Lehman Brothers

Egan-Jones On The MF Global Endgame: "The Majors Will Pick Off MF Key Employees And Clients Will Flee"

A short, sweet and spot on summary of what is most likely going to happen to MF Global courtesy of the only rating agency worth listening to, Egan-Jones. "A race - the Company is in a race to re-establish its business while clients, employees, and its business position slides. The major issues are the real losses from poor investments in the EU, whether MF can attract interest in salable assets, and if interested buyers are willing to step up currently or wait until a transaction is potentially blessed by a trustee in a reorganization (in the case of the Lehman Brothers reorg, Barclays was confronted with a fraudulent conveyance issue). The most likely outcome is that the majors will pick off MF key employees and clients will flee. No news is bad news."

Reggie Middleton's picture

Lauren Lyster, the enticing Russian TV/Capital Accounts host gave me the rare opportunity yesterday to sit down & run my mouth for 15 minutes straight. This format's most conducive to true conveyance of knowledge and information, at least in my not very humble opinion. I'm just not the 8 second soundbite type. Plus, I'm sure I pissed many long-only guys off...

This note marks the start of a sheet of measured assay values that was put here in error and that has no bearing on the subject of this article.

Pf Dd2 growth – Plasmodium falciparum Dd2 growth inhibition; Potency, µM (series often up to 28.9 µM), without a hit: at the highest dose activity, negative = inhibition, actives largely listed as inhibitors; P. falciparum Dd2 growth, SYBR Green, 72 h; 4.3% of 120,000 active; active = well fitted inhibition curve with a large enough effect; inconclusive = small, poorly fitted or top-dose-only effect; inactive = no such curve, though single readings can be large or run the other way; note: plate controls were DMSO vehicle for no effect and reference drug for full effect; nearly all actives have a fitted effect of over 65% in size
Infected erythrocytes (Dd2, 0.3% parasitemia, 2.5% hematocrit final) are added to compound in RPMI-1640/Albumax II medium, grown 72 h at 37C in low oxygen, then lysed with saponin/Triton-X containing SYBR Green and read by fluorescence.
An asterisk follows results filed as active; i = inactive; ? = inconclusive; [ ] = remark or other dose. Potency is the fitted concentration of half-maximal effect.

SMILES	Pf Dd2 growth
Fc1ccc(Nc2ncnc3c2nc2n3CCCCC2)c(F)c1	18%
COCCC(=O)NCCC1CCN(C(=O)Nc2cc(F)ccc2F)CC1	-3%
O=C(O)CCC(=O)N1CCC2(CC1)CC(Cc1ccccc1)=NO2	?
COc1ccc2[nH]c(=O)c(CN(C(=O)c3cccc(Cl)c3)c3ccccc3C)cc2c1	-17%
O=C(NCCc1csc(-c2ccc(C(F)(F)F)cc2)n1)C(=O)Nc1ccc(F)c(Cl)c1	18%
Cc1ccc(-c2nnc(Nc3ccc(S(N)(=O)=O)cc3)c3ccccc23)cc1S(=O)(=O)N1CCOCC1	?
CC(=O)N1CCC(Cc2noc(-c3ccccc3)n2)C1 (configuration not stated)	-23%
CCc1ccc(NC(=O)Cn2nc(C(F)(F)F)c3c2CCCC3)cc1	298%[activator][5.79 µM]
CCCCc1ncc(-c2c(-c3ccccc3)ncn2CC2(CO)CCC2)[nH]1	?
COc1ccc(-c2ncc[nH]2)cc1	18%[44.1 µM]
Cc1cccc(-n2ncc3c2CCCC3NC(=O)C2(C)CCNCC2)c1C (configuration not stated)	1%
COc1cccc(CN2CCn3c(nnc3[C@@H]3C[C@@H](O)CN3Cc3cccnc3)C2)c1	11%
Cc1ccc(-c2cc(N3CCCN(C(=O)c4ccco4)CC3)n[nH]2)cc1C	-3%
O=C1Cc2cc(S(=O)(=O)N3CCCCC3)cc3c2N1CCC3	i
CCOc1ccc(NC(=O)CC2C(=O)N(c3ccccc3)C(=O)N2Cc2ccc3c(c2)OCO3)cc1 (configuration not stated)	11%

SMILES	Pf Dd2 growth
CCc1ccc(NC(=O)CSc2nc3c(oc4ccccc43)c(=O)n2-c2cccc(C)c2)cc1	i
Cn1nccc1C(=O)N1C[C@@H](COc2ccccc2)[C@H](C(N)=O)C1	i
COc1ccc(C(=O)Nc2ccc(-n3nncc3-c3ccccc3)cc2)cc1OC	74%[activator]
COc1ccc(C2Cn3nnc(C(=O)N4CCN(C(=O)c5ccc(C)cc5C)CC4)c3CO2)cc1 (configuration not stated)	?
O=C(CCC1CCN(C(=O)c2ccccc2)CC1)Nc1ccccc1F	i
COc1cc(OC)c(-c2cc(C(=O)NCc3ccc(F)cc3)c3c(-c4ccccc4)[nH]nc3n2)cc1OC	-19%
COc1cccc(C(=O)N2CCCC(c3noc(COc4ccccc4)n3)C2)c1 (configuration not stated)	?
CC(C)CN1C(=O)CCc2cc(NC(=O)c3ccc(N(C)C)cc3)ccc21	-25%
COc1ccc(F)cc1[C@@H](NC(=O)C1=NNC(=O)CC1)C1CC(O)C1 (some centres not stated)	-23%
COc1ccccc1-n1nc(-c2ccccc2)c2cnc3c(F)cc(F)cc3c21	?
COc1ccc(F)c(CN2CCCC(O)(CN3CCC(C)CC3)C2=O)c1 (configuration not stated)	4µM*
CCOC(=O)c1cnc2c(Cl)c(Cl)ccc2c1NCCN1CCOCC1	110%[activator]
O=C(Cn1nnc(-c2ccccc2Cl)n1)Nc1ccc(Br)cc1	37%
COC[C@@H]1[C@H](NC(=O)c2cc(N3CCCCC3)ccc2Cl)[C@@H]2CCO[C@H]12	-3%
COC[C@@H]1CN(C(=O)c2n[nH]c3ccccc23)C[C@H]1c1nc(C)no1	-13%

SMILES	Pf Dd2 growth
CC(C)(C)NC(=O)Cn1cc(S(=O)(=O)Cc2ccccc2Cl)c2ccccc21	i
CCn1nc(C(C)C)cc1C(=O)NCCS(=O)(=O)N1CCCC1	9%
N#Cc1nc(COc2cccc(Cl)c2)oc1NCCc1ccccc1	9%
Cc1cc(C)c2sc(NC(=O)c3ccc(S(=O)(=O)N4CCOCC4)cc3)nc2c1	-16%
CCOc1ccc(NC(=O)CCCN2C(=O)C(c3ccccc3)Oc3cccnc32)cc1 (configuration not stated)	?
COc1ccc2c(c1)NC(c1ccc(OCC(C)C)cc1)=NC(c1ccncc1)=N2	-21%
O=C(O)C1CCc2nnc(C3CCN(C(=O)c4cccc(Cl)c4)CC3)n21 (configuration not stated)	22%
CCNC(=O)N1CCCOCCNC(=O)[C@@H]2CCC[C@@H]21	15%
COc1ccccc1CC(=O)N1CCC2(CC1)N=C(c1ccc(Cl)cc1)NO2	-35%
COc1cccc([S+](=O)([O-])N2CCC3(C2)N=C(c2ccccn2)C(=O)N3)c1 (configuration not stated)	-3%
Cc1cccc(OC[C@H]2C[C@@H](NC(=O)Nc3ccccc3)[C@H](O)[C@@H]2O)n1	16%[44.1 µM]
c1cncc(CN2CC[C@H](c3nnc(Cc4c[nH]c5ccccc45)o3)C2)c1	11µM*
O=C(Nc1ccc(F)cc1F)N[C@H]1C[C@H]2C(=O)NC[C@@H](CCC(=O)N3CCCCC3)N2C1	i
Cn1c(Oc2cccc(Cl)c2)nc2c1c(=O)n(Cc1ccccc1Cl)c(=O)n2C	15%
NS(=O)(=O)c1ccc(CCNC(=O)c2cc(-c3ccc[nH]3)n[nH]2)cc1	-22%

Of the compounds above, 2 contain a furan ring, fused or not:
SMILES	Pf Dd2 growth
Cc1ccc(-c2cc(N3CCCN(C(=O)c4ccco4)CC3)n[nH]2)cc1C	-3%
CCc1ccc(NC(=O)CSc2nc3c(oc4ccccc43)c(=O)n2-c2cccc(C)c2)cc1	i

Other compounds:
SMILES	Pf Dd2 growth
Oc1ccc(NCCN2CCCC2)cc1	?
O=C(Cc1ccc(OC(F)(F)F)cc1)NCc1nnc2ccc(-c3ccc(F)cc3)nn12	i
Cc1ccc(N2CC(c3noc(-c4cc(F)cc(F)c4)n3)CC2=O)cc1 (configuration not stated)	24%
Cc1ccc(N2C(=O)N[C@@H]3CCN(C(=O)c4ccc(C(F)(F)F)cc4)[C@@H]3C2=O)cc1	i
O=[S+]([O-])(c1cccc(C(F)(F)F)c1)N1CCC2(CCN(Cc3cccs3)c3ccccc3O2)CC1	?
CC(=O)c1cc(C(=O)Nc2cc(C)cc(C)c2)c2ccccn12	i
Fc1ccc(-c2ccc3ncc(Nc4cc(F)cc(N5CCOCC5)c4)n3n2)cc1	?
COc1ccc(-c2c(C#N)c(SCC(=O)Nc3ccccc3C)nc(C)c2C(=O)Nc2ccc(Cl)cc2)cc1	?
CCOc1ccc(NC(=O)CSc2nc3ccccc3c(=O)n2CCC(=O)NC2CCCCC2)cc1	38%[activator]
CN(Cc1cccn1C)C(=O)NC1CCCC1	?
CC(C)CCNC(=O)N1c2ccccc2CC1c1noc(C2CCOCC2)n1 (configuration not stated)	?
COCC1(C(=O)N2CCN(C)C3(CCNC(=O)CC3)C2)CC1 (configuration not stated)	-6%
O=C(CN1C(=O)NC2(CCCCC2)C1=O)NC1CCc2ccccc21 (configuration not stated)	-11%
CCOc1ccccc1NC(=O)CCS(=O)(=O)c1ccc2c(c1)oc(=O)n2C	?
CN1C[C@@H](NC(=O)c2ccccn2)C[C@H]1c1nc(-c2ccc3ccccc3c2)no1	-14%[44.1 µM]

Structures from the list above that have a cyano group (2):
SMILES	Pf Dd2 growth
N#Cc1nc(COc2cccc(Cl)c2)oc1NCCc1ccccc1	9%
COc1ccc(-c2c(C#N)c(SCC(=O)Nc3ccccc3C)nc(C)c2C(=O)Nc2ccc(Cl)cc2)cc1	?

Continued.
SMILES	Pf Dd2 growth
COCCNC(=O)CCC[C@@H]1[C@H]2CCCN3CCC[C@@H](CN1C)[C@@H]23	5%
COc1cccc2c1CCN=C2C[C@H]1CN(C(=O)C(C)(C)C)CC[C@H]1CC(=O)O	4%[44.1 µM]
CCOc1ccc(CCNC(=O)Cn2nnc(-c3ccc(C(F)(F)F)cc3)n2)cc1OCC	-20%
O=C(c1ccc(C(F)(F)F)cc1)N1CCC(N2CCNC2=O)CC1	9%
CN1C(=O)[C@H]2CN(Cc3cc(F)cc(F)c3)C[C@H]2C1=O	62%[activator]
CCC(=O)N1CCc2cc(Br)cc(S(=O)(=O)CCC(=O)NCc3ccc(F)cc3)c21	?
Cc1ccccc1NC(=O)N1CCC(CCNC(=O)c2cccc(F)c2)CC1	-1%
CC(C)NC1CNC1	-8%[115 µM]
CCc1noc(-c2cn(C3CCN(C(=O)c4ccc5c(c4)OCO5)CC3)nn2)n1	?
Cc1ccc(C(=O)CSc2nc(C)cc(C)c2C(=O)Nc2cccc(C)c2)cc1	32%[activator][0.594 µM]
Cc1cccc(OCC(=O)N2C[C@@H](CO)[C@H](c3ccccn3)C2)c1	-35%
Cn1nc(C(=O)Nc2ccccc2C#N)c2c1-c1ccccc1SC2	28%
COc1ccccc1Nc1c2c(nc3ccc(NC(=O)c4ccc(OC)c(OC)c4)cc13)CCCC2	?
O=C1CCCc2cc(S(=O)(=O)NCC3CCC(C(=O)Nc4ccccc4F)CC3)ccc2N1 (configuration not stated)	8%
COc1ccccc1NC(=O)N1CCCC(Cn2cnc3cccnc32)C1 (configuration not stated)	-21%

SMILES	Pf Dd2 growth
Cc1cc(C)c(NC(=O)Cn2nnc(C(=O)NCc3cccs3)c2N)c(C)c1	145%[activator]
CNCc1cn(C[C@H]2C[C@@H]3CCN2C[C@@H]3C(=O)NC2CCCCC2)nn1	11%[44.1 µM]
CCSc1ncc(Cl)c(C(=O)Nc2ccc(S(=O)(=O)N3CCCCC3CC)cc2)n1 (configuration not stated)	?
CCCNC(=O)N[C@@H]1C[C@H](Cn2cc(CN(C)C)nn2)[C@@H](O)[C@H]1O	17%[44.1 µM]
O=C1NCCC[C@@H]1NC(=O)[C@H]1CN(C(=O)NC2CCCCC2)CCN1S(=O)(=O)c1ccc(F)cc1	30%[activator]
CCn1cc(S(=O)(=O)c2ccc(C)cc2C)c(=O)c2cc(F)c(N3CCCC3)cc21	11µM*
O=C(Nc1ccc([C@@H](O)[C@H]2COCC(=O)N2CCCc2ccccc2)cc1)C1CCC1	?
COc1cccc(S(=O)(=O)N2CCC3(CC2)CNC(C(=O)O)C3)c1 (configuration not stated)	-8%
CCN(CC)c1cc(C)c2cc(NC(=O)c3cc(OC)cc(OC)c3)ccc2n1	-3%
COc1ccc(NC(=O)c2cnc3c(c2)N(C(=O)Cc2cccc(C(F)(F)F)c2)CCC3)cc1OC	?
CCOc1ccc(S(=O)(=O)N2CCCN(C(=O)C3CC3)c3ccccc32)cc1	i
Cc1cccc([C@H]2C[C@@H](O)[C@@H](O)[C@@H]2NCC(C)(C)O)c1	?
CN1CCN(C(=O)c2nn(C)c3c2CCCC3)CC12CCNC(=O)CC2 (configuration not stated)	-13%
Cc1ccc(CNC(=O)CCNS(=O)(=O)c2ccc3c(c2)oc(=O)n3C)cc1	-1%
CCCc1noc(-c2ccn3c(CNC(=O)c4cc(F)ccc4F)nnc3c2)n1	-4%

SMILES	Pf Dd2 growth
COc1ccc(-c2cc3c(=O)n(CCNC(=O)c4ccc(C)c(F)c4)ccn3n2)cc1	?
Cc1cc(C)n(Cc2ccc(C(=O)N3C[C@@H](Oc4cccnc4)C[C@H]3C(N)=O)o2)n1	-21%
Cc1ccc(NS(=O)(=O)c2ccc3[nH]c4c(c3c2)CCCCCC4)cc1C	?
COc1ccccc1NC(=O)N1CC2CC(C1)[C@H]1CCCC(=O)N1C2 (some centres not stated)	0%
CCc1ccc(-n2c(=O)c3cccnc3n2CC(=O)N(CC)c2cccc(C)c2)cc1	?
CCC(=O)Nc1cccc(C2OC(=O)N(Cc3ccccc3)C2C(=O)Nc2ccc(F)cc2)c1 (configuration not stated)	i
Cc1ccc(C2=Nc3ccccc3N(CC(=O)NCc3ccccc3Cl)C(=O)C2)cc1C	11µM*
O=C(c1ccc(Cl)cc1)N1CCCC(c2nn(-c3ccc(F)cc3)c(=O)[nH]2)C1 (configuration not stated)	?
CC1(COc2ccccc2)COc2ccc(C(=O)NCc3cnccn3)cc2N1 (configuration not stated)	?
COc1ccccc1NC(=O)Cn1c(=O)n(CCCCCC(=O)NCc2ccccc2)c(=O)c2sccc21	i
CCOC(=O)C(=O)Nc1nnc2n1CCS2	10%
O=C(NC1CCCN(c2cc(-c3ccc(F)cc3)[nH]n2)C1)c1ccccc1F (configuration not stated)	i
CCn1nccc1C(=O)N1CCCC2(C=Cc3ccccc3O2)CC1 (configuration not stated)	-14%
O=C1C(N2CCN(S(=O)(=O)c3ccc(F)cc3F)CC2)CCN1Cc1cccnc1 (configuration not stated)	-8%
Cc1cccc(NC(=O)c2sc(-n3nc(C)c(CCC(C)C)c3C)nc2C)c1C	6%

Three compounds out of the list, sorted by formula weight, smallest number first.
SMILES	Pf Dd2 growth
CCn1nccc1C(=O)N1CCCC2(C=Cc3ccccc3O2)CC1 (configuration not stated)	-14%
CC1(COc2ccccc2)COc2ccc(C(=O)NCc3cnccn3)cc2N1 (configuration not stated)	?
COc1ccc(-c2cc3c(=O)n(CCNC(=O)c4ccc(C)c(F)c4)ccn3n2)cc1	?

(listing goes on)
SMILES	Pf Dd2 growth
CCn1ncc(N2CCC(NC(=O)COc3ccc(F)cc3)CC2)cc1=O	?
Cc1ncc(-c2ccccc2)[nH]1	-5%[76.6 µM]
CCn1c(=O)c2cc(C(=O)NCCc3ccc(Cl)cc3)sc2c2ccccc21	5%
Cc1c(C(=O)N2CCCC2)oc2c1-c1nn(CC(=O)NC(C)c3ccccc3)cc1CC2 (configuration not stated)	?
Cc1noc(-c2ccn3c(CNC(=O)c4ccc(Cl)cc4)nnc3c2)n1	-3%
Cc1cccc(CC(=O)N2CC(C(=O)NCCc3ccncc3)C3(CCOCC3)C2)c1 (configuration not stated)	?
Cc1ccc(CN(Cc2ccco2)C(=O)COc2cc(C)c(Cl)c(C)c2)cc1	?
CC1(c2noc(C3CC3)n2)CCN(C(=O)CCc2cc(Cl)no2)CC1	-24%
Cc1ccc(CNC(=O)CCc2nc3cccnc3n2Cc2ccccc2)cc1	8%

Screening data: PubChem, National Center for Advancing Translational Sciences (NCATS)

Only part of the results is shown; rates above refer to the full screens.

Guest Post: Waiting For Lehman

We have good reason to be waiting for Lehman—our current situation is simple and stark: Sovereign nations and individual citizens are over-indebted—to the point where they cannot pay back what they owe. We all know that this overindebtedness at the sovereign and individual level is going to end, and end badly: Worse than 2008.  So along with everyone else, I’ve been waiting for Lehman—and fruitlessly trying to guess which will be the Lehman-like event this time around. Will it be the bankruptcy of Dexia? BofA? UniCredit or SocGen or one of the Spanish banks? Will it be a war in the Middle East? Bad producer index numbers from China? A fart by a day-trader in Uzbekistan?

When will Lehman arrive!?!?

But lately, my thinking has changed: Like the characters in Godot, I think that we’re waiting in vain. The Lehman-like event will never arrive because it won’t be allowed to arrive. So this miserable slog we are going through will continue—indefinitely. (Yeah, I know: Sucks to be us.)

Phoenix Capital Research's picture

The US banking system as a whole is leveraged at 13-to-1. While this is not horrible relative to Europe’s banking system (more on this in a moment), these levels still mean that an 8% drop in asset values wipes out ALL equity. Then you have Europe’s banking system, which is leveraged at 26-to-1. Anecdotally, this is borderline Lehman Brothers (30 to 1). At these levels, even a 4% drop in asset prices wipes out ALL equity.

Econophile's picture